We were riding back to the hotel after a long day exploring a Cambodian island where women hand-weave colorful silk scarves on looms under their stilt homes. It was a fun excursion, and yet another opportunity to shop, which we’d done a lot of on this trip — for clothes and trinkets and the lovely textiles that are so abundant in Cambodian markets, and for wood.
That’s what dad, a carver and woodworker in his spare time, does in foreign countries — he buys local lumber, wood he can’t get at home. He’s left a trail of befuddled customs agents from South America to Africa and now Asia.
We had just finished an impromptu tour of a wood furniture store on the way back from the island when dad announced: “I’ve noticed the people here are very family oriented.”
My response: “Dad, you’re halfway around the world with eight family members, three generations of Nesmiths. The tuk tuk driver is going to go home and tell his wife the same thing about us.”
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And maybe he did. We were at the tail end of an epic family vacation together, and we hadn’t killed each other after all that togetherness.
The Nesmiths are a world-wandering clan. Periodically my brother or I will pick up and move to some faraway place. That usually prompts the rest of the family to plan a trip to take advantage of the semi-local guide. When I lived in Chile, my cousin Debbie found the time to visit me twice that year. This trip to Southeast Asia was motivated by the fact that my brother and his wife had moved with their two children to Saigon (formally renamed Ho Chi Minh City, but still generally called Saigon).
My mother, 74, made it clear early in the planning stage that the place she most wanted to see in the region was Angkor Wat in neighboring Cambodia. My husband and I and my parents all wanted to see Vietnam, too. None of us had been there. But my brother and sister-in-law weren’t particularly interested in spending their vacation at home. So four of us did our sightseeing in Vietnam, then my brother’s family came with us to Cambodia, and Debbie — who didn’t have as much time — joined us there.
One key to our fantastic journey was collaborative planning. Just picking dates for this trip was tricky because of everyone’s work and school schedules. Once we had the dates figured out, we decided we simply couldn’t fit in a trip to the beach on Cambodia’s southern coast. It was going to require too much traveling that we feared would bore the children and exhaust my parents.
It’s not always easy to travel in a group of nine people, no matter how much you love each other, and the age range alone complicated our trip. My 2-year-old nephew and 6-year-old niece have vastly different needs and abilities than my parents, both in their early 70s, or the rest of the adults in the middle, all in our 40s and early 50s.
Between us we were sporting two trick knees and one artificial one, three balky backs, a bad hip and two potentially serious food allergies (fish and mangoes, both bountiful in Southeast Asia). We packed abundantly, carting around my mother’s back brace, necessary after surgery a few years ago, a lumbar pillow for me and prepackaged snacks for times when we didn’t want to rely on roadside eats, or didn’t want to stop.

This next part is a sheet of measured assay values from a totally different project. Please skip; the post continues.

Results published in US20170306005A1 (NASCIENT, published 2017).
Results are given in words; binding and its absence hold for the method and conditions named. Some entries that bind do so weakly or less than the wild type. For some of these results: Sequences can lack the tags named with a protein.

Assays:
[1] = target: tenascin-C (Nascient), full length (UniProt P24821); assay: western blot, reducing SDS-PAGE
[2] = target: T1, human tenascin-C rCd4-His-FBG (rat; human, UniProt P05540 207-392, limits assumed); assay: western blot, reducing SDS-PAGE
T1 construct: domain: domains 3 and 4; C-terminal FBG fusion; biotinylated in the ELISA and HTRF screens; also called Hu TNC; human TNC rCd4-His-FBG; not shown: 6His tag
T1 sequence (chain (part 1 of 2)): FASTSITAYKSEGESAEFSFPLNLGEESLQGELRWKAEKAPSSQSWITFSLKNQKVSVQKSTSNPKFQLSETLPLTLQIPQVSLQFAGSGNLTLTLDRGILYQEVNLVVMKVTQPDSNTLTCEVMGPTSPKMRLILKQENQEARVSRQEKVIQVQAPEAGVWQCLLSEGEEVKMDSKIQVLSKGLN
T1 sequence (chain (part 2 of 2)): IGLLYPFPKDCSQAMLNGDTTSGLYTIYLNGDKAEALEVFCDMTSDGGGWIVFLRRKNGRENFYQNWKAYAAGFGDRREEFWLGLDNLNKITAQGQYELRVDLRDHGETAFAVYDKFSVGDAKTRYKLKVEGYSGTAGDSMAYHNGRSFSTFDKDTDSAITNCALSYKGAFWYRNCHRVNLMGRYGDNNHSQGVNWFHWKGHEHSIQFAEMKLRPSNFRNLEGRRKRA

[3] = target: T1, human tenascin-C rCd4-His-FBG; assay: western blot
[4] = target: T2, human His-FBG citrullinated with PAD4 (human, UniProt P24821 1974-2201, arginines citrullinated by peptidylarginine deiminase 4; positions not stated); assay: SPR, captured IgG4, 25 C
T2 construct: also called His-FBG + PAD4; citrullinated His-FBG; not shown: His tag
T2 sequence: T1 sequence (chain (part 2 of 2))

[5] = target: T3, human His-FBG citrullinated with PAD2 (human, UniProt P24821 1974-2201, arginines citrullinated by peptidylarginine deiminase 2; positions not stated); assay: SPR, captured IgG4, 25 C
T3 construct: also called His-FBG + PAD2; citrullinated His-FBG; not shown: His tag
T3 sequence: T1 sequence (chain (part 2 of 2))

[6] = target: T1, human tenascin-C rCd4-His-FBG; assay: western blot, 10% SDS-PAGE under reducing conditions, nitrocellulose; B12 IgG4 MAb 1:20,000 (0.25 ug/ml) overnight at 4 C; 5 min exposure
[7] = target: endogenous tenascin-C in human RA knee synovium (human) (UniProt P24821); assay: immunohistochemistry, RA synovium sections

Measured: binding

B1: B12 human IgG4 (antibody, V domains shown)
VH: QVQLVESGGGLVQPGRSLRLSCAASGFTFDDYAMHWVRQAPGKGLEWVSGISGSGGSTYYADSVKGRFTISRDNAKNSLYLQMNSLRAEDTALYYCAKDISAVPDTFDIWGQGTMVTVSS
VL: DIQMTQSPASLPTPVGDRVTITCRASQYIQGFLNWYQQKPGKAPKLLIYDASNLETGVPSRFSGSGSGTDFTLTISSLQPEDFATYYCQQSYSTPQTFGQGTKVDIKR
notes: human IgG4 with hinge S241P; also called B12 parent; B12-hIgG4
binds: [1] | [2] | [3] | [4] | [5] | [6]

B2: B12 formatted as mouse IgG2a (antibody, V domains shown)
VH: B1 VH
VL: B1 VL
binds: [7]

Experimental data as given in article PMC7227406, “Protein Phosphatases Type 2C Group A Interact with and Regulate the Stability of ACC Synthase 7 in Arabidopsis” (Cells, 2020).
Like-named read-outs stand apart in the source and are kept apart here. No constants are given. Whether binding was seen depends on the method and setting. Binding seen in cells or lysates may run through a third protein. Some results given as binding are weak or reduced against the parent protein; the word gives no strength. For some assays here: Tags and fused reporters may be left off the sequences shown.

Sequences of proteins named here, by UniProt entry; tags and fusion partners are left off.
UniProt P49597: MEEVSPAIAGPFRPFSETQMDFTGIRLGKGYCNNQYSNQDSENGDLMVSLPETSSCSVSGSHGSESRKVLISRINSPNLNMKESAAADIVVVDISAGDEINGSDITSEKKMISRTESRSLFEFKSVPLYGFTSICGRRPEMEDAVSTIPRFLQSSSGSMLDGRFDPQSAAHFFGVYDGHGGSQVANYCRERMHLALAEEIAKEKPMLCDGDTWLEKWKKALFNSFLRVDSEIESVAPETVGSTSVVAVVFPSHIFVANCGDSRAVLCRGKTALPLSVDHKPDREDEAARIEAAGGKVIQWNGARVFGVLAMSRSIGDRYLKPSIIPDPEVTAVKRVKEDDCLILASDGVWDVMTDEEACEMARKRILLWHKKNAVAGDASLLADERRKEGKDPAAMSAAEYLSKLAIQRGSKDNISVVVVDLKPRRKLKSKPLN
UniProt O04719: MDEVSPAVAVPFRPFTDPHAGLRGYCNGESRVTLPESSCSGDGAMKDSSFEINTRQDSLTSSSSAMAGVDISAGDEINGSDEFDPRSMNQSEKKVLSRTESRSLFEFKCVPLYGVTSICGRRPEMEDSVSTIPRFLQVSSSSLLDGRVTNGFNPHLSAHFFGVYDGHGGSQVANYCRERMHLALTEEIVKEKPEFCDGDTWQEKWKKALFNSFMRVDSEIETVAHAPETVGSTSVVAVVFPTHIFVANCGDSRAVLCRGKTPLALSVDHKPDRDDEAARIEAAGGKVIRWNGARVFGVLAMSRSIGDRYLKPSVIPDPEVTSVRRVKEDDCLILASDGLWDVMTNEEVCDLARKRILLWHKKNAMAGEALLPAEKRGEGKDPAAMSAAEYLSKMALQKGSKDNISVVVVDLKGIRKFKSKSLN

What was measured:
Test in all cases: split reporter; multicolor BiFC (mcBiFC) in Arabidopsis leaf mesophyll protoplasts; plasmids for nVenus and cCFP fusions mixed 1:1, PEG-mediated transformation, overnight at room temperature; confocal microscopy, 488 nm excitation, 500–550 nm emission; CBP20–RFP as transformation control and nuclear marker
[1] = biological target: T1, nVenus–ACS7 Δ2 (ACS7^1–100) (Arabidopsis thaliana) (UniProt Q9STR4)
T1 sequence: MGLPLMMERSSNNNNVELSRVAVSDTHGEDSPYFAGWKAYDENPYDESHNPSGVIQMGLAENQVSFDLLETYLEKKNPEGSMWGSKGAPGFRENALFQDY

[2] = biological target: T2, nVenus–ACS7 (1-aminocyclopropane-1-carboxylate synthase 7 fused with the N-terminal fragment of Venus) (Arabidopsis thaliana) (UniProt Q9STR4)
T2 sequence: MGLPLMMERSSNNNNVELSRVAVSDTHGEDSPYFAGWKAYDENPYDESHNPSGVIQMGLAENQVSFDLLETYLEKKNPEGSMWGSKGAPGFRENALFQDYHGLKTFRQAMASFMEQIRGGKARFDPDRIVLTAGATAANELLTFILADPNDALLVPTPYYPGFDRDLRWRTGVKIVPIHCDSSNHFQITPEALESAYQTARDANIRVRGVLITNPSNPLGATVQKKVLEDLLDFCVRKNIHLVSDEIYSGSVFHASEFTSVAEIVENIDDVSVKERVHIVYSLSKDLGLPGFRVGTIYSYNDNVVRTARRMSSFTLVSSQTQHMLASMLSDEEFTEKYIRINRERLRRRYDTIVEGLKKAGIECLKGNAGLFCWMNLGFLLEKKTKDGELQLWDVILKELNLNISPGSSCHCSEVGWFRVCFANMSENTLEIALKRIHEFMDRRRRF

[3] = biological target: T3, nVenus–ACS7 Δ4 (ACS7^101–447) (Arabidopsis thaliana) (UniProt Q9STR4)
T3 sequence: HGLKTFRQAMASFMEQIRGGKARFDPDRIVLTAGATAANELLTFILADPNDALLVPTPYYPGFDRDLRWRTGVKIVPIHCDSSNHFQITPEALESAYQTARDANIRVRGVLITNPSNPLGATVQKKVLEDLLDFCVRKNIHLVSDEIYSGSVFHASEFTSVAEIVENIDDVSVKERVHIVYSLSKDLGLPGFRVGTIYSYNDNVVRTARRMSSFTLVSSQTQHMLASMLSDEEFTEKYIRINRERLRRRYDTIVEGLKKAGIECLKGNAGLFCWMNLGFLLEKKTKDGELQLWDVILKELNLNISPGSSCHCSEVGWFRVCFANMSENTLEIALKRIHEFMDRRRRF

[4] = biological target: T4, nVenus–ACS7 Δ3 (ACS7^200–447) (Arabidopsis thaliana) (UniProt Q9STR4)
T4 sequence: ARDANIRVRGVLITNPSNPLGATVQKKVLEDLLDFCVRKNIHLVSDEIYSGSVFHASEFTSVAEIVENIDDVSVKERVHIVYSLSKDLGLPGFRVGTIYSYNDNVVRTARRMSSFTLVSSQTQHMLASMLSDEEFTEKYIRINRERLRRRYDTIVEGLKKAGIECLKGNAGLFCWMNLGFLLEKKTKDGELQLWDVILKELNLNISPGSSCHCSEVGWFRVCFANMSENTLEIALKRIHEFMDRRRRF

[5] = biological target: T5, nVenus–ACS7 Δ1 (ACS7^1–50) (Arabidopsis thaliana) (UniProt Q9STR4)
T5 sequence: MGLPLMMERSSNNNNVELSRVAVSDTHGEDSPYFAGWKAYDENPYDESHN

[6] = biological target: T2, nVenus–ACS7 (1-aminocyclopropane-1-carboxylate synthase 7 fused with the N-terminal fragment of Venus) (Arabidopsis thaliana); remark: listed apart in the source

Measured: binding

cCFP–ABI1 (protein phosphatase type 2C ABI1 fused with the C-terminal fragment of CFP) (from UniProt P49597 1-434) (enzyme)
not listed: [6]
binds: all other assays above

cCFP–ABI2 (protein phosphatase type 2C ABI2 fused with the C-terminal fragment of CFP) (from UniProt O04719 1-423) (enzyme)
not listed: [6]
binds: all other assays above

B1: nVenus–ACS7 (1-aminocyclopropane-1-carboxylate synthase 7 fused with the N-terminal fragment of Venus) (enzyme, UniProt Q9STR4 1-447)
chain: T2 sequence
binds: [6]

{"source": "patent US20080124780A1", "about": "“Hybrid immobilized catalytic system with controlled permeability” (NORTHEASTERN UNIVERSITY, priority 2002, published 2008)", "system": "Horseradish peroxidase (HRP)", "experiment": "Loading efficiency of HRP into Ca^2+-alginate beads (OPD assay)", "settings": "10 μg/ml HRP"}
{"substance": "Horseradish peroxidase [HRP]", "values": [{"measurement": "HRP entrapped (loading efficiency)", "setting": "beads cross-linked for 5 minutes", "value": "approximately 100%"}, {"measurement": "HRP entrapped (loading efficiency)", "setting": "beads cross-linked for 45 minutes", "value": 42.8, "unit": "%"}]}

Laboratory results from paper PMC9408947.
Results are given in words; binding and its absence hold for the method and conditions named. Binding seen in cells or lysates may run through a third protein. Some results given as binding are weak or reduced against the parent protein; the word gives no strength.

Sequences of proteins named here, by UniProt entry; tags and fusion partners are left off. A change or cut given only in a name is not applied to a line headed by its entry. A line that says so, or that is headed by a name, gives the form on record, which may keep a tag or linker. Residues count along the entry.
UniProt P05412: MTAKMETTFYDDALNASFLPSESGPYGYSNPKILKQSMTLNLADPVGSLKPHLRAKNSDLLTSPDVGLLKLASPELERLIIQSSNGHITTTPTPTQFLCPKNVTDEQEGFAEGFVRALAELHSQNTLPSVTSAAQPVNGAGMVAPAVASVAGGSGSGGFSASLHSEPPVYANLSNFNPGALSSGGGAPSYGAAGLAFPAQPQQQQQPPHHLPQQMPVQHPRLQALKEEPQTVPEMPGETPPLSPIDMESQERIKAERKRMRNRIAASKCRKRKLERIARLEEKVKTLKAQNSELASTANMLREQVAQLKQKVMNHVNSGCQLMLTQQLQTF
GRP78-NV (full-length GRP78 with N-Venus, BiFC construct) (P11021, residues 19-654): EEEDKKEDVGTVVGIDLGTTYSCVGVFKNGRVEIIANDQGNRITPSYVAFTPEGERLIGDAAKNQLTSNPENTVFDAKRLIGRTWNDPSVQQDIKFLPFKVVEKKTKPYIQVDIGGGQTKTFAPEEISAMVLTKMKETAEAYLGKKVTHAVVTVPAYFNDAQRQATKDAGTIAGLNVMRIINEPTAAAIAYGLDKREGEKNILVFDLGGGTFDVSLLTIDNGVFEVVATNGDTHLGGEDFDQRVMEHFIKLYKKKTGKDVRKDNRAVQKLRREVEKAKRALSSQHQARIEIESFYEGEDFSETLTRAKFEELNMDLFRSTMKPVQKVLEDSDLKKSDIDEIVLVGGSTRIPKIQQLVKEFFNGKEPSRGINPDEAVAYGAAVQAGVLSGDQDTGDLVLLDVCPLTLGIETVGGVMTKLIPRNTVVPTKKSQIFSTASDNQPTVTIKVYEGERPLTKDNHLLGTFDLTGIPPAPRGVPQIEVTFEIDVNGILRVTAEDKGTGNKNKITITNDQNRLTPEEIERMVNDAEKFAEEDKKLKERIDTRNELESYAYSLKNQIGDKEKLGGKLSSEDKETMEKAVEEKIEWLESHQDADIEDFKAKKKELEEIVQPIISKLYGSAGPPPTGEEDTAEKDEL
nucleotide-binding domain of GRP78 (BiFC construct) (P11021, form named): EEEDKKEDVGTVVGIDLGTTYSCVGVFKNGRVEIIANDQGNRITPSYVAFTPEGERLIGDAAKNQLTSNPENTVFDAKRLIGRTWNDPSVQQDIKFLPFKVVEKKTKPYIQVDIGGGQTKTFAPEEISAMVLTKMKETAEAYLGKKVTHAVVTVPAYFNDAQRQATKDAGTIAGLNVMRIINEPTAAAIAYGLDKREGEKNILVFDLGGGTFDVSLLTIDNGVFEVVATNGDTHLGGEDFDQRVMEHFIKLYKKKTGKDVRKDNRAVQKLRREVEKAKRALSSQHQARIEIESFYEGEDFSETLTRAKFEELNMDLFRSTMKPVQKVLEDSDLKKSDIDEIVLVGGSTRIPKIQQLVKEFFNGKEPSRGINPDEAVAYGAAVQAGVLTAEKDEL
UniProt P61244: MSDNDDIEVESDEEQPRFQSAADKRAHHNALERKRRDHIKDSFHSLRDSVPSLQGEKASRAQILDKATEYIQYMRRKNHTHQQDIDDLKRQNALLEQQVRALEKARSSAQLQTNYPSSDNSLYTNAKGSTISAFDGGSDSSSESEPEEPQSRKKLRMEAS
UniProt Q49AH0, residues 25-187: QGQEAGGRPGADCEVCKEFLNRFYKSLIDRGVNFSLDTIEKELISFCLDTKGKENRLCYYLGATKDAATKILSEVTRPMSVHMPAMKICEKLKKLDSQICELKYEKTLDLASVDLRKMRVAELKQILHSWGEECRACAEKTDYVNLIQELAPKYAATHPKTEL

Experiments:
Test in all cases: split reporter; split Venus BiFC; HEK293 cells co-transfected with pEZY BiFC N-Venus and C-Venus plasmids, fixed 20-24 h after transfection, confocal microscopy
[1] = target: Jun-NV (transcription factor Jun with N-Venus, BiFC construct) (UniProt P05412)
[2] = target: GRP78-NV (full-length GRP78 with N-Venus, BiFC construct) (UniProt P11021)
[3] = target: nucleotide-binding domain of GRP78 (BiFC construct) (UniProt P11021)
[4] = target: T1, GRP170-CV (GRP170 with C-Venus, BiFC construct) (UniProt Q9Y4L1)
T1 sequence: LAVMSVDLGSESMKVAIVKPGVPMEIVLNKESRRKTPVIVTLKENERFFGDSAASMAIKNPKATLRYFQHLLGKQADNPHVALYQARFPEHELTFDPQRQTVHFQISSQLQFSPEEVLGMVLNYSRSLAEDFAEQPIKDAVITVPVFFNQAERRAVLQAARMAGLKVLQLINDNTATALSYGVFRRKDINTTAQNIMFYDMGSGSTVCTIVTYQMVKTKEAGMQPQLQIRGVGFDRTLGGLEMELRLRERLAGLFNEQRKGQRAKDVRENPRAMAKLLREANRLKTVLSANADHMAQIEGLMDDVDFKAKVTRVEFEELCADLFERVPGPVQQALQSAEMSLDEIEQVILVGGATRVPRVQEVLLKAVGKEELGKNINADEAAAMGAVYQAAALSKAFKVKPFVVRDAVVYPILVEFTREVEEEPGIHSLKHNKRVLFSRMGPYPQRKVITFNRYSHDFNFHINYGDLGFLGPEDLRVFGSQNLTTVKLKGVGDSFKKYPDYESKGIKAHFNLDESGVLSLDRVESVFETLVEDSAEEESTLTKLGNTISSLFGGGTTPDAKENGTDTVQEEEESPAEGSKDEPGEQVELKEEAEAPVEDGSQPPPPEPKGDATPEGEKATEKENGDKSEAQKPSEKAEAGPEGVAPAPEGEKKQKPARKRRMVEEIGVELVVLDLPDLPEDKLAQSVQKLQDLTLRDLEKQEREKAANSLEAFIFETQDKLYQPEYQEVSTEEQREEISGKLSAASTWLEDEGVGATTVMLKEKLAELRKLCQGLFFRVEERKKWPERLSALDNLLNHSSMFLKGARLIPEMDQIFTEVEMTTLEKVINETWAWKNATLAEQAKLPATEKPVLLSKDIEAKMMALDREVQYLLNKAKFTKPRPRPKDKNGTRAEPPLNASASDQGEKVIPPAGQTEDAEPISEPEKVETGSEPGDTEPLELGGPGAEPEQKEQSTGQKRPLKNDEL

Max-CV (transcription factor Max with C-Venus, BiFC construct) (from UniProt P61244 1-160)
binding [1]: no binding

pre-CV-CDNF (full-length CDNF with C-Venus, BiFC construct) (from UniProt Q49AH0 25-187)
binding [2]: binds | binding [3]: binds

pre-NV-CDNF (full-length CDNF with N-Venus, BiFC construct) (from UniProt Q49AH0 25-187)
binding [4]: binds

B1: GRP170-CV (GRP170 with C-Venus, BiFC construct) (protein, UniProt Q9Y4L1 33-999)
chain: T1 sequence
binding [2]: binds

We went into this trip knowing that none of us are backpackers anymore — or yet. We expected to take taxis when we needed to and to pay extra for a private van to make the five-hour trip between Phnom Penh and Siem Reap, the city near the Angkor temples.
We also embarked with adventurous spirits and a willingness by everyone involved to ditch all the carefully laid plans at a moment’s notice if need be. When dad wants to stop to look at the tiny sawmill operation under one of the homes on the silk island, it’s time to stop. When dad walks away with a block of wood, it’s time to laugh about what the next customs agent would make of the American bringing home common lumber.
We all came back with treasures and treasured memories. My mother forgot her cane, but she picked up a lovely inlaid replacement at a market in Saigon. My cousin, sister-in-law and I binged on pretty white blouses, lightweight print pants perfect for traveling, silk scarves and jewelry in the markets in Saigon, Phnom Penh and Siem Reap. My husband, nephew and brother tasted roasted crickets and other market delights.
And seeing Angkor Wat was definitely worth it.
The view from the very top of the largest religious monument in the world is a marvel of prehistoric engineering and a vision of how the world changes. Inside, you can see what the Khmer royals would have seen 1,000 years ago, with carefully engineered sight lines ensuring their view was perfect. Buddhist monks, dressed in their traditional saffron robes, wander the grounds below, as they have since the late 13th century, when the Khmer kingdom shifted away from the Hindu god that Angkor Wat was first built to honor some 200 years earlier.
Beyond the moat that surrounds Angkor Wat, the jungle stretches out in all directions, but that’s not what the people who built this temple would have seen. Many historians believe Angkor was the largest preindustrial city that ever existed, with more than a million people living within its 386 square miles.
The sheer engineering is beautiful to behold. But the walls of it and all the other temples in Angkor also deserve close scrutiny. The detailed bas-reliefs, sometimes overwhelming in their gorgeous repetition, prompted me to wonder who created this mesmerizing artwork. Who carved the elephant’s trunk just so or fashioned Shiva’s smile with such grace? Sadly, while we know the names of the kings who commissioned them, we don’t know the artists who created them. But artists they were.